The crops and cuisine of groups living in the delta area of the Congo river in the mid 19th Century is interesting in that there apparently was little processing of crops, other than cassava. Of course, Sir Richard Burton‘s data comes only from the season he was there, and he gives no information on processing fresh crops for post-harvest use.
Meat rarely appears; river fish, fresh or sun-dried, is the usual “kitchen,” eaten with manioc, toasted maize, and peeled, roasted, and scraped plantain: vegetables and palm-oil obtained by squeezing the nut in the hands, are the staple dish, and beans are looked upon rather as slaves’ food. They have no rice and no form of ‘daily bread’…
…The greens, cabbages, spinach, and French beans, mentioned by Tuckey*, have been allowed to die out. Tea, coffee, sugar, and all such exotics, are unappreciated, if not unknown; chillies, which grow wild, enter into every dish, and the salt of native manufacture, brown and earthy, is bought in little baskets.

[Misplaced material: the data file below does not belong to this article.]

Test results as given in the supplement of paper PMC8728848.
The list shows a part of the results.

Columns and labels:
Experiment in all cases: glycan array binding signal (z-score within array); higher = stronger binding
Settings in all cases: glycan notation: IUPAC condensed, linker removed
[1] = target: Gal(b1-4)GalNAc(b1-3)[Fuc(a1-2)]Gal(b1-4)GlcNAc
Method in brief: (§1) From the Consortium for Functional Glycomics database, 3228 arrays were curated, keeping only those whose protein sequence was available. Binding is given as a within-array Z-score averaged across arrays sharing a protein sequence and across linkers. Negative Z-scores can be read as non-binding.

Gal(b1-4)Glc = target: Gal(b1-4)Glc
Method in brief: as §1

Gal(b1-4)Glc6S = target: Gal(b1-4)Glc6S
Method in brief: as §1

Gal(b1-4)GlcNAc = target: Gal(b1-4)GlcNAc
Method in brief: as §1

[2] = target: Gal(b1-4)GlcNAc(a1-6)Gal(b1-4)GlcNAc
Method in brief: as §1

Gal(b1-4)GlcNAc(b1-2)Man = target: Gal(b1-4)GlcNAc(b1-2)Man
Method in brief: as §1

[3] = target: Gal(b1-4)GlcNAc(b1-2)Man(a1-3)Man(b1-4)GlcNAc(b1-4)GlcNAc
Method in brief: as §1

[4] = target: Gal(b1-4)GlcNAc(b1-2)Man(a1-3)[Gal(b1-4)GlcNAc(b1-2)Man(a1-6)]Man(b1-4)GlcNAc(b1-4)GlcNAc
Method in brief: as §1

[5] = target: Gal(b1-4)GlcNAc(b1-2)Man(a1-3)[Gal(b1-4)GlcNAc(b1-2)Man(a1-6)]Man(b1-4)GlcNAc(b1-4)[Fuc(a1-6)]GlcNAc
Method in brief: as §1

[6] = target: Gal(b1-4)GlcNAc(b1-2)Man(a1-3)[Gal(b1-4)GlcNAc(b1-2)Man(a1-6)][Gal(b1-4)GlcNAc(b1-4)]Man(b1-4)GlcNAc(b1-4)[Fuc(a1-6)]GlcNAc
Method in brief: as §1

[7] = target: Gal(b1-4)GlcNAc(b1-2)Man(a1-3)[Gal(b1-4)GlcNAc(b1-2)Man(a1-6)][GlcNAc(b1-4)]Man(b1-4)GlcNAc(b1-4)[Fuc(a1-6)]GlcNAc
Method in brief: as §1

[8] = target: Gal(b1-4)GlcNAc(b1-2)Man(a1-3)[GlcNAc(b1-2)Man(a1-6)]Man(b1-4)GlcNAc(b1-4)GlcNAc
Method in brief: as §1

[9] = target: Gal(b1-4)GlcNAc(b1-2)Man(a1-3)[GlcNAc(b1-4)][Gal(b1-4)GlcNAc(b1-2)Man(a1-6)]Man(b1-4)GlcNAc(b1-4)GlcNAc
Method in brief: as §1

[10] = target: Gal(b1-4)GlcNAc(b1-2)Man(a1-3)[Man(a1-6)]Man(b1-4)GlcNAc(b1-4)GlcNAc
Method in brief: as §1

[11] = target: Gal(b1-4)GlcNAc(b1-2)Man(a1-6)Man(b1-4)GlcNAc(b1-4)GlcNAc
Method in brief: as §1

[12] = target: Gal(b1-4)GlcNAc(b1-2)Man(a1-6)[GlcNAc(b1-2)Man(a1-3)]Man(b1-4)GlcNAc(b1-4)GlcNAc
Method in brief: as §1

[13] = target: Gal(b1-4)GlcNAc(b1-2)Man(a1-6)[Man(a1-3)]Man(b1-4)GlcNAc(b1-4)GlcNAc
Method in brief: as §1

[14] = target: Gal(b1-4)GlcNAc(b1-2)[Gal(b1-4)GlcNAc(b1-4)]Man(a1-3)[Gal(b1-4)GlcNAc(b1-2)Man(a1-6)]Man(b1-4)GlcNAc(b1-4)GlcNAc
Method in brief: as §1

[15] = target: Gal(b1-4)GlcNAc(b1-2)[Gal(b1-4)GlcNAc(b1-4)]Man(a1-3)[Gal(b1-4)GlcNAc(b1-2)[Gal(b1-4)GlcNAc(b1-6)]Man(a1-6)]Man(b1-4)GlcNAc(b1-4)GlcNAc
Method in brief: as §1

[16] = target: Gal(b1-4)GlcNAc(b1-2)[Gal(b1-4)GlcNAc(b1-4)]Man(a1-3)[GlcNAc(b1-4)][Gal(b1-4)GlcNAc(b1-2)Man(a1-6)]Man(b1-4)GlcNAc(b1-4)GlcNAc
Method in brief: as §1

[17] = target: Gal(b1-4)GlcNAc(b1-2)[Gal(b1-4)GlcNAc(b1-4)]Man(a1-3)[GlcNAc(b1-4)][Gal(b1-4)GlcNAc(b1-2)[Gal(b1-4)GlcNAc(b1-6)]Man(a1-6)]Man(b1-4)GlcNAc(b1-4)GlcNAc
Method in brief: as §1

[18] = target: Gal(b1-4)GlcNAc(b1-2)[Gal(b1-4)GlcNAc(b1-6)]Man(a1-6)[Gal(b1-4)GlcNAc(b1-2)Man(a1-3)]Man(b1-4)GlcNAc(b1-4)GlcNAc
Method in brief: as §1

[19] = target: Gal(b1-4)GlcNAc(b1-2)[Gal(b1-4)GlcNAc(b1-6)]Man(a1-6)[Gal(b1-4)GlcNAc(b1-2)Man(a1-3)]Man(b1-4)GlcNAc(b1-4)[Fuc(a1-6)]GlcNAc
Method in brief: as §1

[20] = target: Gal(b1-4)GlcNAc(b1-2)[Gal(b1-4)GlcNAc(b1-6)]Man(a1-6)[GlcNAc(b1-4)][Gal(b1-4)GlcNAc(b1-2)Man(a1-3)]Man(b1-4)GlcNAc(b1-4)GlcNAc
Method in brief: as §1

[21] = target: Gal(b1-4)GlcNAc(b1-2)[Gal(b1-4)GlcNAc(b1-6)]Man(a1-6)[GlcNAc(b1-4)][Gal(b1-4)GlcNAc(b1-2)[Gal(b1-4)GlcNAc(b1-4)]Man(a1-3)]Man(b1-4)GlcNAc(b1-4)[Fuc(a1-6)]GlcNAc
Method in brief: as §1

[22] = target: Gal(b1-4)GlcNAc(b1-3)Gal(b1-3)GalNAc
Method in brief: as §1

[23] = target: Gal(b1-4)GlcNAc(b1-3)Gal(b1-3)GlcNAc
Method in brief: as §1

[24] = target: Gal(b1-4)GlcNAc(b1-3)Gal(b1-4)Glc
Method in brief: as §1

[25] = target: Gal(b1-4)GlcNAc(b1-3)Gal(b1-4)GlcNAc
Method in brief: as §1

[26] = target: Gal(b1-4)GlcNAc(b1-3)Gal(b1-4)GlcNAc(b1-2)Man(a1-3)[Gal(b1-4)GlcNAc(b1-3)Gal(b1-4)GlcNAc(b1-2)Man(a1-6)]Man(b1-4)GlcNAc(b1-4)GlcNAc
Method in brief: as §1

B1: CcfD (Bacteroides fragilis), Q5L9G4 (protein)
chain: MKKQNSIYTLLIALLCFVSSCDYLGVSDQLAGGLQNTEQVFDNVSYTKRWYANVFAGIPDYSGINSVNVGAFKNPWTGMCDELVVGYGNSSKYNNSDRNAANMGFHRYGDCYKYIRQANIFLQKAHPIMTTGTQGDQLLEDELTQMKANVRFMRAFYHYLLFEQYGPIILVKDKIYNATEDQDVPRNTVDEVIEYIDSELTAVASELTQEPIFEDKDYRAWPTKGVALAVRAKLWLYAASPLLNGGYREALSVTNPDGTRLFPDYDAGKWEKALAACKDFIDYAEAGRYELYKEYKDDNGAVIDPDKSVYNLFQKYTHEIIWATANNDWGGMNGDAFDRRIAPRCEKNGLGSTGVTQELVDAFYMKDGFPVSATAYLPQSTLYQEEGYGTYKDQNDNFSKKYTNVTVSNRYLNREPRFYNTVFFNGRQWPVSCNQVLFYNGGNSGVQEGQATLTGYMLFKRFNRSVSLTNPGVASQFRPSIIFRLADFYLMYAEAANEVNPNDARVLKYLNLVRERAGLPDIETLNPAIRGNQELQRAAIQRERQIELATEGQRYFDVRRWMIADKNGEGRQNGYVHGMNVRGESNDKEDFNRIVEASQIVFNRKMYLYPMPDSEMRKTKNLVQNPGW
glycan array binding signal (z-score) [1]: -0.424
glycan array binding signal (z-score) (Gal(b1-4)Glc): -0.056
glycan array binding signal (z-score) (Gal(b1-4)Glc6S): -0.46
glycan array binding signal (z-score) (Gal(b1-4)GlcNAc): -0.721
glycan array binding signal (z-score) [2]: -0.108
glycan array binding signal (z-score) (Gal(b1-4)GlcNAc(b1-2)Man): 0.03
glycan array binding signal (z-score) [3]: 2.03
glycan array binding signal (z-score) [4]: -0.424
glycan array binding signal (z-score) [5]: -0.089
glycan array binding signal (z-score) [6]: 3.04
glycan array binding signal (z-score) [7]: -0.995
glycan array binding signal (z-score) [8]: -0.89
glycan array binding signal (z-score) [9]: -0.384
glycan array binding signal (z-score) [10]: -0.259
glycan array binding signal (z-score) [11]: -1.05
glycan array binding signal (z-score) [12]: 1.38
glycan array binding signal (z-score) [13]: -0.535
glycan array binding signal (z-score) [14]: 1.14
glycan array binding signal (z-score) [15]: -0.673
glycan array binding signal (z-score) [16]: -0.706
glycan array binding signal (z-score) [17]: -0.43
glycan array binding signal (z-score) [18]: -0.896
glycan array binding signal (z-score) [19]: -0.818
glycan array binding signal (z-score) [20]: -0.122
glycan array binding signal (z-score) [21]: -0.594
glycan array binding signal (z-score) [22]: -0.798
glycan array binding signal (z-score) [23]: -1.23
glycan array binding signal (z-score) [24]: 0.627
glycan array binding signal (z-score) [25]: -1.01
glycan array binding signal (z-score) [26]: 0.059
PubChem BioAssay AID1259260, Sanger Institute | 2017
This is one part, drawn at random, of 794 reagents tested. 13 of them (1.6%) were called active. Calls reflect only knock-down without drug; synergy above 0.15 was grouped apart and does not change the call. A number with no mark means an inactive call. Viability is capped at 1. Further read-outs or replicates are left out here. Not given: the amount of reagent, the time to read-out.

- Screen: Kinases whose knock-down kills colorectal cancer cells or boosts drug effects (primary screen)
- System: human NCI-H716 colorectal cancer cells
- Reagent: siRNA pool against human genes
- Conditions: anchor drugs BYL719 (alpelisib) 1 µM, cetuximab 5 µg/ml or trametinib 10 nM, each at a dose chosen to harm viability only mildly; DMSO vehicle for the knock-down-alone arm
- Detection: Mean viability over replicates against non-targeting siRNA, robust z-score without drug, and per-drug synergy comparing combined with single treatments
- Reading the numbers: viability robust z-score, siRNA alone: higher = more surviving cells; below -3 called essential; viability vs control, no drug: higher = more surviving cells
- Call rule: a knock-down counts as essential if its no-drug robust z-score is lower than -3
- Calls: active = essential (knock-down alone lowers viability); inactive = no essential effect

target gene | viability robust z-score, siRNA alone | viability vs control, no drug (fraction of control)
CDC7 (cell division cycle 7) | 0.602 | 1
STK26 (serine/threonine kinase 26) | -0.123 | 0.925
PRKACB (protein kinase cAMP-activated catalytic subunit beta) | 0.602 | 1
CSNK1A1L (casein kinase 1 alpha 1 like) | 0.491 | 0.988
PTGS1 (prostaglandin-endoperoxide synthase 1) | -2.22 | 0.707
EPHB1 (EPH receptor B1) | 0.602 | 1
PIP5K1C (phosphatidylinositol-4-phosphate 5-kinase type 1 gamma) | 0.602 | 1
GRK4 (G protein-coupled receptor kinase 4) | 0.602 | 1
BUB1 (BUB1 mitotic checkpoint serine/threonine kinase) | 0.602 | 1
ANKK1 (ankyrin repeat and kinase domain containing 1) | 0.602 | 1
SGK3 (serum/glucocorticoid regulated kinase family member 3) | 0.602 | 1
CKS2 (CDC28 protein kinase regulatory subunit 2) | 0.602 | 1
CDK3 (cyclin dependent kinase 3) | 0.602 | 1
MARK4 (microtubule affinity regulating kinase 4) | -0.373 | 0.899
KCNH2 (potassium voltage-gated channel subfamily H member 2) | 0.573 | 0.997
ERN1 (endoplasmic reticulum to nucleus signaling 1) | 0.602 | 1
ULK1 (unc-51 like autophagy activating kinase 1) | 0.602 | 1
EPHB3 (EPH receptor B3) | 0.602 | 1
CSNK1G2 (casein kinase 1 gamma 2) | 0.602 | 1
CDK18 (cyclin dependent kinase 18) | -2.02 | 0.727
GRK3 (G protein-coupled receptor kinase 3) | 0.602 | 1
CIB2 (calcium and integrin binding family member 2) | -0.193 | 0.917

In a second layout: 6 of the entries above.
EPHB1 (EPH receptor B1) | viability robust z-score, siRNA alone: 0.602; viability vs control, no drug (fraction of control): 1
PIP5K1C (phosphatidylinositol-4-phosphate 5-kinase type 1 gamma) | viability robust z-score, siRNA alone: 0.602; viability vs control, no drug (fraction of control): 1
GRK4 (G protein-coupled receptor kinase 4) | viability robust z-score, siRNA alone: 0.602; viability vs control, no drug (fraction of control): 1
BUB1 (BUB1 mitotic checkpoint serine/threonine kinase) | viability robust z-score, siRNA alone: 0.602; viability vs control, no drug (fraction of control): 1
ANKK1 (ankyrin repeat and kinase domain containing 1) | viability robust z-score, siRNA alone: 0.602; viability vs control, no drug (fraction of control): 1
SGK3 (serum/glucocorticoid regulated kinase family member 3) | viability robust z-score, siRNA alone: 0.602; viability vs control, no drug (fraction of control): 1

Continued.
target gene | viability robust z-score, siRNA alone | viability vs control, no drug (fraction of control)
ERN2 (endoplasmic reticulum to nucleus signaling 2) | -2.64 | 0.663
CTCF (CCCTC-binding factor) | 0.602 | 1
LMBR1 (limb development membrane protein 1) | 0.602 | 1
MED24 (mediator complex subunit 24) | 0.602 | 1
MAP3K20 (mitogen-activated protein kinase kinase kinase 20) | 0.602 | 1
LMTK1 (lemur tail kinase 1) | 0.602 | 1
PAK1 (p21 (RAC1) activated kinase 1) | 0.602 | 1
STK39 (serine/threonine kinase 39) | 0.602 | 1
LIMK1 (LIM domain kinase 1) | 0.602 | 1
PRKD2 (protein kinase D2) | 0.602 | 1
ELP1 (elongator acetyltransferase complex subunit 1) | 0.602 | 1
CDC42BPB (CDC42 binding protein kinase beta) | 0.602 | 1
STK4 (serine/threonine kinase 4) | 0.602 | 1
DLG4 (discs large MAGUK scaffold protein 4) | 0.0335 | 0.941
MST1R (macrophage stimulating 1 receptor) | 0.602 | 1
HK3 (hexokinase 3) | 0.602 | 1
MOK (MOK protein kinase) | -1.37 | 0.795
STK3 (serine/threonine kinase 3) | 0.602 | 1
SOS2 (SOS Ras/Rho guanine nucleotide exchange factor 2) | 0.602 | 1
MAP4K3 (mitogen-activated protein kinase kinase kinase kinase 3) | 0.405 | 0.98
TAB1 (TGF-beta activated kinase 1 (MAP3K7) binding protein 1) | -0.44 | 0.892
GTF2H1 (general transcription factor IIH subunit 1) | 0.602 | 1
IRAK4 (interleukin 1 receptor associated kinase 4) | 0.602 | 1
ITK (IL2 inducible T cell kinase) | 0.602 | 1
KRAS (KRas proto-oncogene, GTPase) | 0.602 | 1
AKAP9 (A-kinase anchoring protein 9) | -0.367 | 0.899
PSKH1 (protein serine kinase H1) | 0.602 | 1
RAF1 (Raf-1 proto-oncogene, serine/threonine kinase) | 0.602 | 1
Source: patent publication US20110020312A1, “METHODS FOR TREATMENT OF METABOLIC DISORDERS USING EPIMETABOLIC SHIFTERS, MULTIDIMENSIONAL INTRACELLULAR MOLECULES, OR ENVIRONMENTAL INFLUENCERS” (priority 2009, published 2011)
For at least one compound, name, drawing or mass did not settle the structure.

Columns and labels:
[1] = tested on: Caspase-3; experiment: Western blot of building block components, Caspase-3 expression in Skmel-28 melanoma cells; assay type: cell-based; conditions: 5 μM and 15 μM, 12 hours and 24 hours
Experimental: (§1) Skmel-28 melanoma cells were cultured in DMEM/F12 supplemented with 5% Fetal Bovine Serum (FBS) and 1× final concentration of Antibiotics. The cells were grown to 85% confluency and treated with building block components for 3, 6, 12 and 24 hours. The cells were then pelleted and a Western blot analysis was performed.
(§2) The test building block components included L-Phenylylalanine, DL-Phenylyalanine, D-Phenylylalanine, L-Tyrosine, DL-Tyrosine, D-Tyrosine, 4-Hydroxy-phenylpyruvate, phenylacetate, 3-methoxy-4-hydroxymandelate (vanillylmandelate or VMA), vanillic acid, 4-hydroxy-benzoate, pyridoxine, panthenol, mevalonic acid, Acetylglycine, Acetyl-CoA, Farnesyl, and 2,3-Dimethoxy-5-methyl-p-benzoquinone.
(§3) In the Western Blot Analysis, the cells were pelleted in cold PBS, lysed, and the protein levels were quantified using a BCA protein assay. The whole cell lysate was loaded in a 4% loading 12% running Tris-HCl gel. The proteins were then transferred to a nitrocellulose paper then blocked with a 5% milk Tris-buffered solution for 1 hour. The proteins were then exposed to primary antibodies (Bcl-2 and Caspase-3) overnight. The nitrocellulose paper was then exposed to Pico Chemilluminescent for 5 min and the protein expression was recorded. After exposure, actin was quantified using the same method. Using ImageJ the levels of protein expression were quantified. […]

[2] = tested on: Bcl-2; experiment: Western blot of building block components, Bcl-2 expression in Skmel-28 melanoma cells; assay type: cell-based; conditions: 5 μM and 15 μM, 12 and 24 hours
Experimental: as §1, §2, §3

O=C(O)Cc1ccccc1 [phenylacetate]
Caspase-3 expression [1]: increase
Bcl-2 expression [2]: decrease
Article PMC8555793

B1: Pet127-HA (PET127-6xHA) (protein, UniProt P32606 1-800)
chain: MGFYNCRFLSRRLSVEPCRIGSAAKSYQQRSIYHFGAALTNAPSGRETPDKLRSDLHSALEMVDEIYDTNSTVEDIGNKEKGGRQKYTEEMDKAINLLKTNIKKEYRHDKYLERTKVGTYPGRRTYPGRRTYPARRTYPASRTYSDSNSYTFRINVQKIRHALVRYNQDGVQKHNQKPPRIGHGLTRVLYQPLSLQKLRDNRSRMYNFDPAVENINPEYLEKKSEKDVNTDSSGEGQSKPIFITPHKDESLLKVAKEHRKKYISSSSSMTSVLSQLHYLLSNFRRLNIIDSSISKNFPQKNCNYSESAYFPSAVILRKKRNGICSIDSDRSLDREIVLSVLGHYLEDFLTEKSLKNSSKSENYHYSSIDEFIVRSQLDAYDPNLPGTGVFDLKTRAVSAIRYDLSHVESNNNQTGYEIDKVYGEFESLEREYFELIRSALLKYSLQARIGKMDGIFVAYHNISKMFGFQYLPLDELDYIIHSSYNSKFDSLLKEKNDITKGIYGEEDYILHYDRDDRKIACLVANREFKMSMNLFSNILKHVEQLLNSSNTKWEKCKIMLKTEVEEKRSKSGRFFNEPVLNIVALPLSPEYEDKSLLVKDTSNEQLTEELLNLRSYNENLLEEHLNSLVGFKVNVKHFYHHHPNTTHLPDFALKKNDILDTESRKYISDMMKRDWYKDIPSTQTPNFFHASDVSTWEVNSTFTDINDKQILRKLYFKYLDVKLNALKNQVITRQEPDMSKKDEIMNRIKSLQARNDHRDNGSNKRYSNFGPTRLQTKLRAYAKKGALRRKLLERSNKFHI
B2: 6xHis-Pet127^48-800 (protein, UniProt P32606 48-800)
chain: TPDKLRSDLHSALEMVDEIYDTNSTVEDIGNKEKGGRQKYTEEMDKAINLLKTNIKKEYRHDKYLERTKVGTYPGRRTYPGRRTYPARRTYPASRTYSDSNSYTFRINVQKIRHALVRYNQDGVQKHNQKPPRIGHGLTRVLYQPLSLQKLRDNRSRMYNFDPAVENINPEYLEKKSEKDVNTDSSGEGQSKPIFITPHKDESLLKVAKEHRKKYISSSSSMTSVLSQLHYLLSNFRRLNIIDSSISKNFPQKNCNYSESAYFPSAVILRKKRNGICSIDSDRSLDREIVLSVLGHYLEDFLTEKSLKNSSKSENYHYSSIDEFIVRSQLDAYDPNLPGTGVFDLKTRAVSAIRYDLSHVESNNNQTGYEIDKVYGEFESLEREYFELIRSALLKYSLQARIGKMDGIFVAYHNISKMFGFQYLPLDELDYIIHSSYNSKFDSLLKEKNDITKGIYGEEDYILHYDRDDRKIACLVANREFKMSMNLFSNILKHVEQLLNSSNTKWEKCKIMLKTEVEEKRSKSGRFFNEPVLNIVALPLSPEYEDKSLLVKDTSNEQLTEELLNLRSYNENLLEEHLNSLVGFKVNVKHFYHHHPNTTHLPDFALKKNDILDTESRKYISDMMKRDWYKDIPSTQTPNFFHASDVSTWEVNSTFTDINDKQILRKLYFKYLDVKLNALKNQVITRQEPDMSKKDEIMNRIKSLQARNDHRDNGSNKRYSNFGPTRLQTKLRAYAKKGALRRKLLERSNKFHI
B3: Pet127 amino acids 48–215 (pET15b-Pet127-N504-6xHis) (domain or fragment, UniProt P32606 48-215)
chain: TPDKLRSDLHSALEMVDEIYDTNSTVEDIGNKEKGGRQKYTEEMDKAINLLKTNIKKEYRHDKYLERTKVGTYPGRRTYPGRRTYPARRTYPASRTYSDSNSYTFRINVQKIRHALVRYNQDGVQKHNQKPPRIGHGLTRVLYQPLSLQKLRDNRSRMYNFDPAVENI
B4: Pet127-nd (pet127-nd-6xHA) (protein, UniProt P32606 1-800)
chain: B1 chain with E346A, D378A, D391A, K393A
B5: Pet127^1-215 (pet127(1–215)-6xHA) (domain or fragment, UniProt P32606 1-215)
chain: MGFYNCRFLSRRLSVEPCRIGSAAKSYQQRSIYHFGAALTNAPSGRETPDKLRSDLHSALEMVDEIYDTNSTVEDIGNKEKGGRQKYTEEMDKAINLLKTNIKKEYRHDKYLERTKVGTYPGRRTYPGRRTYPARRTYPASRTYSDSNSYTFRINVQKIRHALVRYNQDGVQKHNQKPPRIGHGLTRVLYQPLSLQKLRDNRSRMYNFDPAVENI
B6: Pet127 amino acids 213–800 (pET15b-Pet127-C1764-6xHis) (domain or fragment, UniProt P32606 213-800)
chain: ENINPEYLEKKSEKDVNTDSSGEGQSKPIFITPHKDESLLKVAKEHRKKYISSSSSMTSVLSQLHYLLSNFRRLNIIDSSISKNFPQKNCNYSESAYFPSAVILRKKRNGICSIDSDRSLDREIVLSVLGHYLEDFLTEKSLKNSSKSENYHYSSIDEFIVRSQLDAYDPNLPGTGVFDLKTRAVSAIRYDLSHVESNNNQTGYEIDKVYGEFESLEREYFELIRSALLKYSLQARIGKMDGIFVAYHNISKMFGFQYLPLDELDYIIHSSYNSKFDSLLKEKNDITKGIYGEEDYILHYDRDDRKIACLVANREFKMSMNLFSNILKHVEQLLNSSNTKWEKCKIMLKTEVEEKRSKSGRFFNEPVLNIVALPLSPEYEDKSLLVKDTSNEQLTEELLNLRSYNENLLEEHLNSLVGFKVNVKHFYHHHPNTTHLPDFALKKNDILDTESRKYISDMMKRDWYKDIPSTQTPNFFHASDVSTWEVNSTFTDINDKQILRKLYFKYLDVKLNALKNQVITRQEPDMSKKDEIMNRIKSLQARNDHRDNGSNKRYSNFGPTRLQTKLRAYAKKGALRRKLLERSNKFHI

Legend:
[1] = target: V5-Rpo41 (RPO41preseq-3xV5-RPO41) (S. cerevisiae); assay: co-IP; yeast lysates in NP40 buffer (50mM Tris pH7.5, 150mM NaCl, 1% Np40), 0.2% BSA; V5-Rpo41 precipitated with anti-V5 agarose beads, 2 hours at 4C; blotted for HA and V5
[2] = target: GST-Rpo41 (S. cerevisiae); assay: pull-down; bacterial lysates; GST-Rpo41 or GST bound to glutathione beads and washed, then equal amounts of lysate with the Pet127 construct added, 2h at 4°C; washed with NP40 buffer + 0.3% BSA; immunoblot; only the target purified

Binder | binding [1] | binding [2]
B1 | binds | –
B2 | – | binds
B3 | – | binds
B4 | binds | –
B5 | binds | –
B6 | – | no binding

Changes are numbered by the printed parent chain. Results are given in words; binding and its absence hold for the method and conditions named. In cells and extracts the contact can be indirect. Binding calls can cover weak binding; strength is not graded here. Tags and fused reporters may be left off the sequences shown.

*Capt. Tucky headed a multidisciplinary expedition into the area in 1816 and some of the agronomic results of that trip will be discussed in an upcoming blog.
Source: Burton-Two Trips to Gorilla Land and the Cataracts of the Congo, vol 2, 1872 [travels were in 1863]
Why beans were looked upon as slaves’ food is not explained; perhaps because [apparently] the Portuguese originally planted beans [and cassava] as crops that could be dried and then brought on the slave ships as ‘easy’ food for the slaves. But that opens the question: what fuel would have been used on the ships for cooking?!
- Palm Oil Family Production in Congo (lokoleyacongo.wordpress.com)
- Palm Oil May Drive Congo’s Economic Growth (lokoleyacongo.wordpress.com)
- Congo Can Grow Much More Without Cutting Rainforest (lokoleyacongo.wordpress.com)